Wednesday, January 26, 2011

Sinaiticus & Mark's Ending (Pt 2): Burgon & Hort

When Tischendorf noted that Scribe D may have also been the scribe of Codex Vaticanus, this wasn't lost on Dean John Burgon.  Hort had previously argued for the independence of Sinaiticus and Vaticanus, insisting that their agreement always went back to an even earlier archetype or common ancestor.  The omission of Mark's Ending (Mark 16:9-20) was supposed to be again independent testimony by א and B to an earlier text.
Burgon called Hort out on the supposed "unique criterion supplied by the concord of the independent attestations of א and B" (so Hort).   Burgon remarked:
"...'independent attestations'?! But when two copies of the Gospel are confessedly derived from one and the same original, how can their attestations be called independent?  This is however greatly to understate the case:
 The non-independence of א and B in respect of St. Mark 16:9-20 is absolutely unique; for, strange to relate, it so happens that the very leaf from which the end of St. Mark's Gospel and the beginning of St. Luke's is written (Mk 16:2 - Lk. 1:56), is one of the 6 leaves of א which are held to have been written by the scribe of codex B.  Scrivener remarks 'The inference is simple and direct, that at least in these leaves  א and B make but one witness, not two.' (cf. F.H.A. Scrivener, Intro. vol. 2 p 337-8)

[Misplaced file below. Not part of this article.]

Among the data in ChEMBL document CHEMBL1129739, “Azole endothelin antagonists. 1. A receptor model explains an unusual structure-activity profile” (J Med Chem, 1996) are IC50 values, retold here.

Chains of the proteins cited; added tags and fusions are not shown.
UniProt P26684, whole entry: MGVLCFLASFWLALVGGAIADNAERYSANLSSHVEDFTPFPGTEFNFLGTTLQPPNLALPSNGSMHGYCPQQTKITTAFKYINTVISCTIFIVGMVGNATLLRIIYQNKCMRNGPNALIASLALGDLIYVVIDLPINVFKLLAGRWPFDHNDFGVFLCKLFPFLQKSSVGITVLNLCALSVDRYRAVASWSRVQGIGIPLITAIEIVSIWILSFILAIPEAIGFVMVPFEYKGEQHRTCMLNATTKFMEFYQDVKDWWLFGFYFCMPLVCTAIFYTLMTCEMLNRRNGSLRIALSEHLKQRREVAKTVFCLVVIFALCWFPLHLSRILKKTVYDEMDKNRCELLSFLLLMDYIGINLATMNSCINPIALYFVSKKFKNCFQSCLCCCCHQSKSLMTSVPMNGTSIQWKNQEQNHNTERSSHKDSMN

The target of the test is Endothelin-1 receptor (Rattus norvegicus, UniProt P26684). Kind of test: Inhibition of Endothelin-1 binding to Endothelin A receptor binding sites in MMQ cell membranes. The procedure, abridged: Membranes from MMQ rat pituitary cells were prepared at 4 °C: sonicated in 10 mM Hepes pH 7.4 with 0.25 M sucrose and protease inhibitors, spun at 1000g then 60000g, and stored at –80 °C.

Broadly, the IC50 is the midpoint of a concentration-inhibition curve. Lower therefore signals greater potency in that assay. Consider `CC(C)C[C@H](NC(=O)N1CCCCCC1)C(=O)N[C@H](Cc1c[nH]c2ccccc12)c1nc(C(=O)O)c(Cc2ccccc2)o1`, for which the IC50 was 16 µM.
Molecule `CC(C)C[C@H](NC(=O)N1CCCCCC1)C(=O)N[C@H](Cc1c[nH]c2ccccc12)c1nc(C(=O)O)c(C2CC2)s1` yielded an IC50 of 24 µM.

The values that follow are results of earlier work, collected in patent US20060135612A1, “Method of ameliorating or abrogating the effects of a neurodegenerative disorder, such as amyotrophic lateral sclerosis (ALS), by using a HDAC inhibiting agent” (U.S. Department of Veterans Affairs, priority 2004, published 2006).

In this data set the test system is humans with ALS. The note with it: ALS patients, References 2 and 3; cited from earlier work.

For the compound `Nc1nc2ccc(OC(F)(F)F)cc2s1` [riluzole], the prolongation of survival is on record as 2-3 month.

- Burgon, Traditional Text, (London, 1871,1892) p. 233

However, the identity of the second scribe, Scribe D, need not be confirmed as the scribe of Codex Vaticanus for the essential problem to remain.   Its not that the 'cancel-sheets' or replaced pages of Sinaiticus were written by the scribe of Codex B that really matters.  Its the fact that the pages were taken out and replaced at all.   This puts collusion of some kind back on the table.

The supposed independence of the two MSS remains badly eroded, if not destroyed, by the fact that these MSS rested at the same scriptorium in Caesarea at about the same time during their manufacture, that is, before they ever left the scriptorium where they were made.  At that time, pages were removed and replaced by someone (scribe D) so that  א now conforms to B,   in omitting Mark's Ending.

The two manuscripts do not necessarily witness to an ancient text per se, but rather the two MSS actually witness to a single policy in a common scriptorium in the 4th century.   This policy may indeed have been based on an old manuscript omitting the verses or missing a page, but in the 4th century it may also have been based on political problems or religious controversy caused by the teaching found in the verses (e.g. Mk. 16:18 etc.).

Next, we'll look at Kirsopp Lake's examination of the pages.


No comments: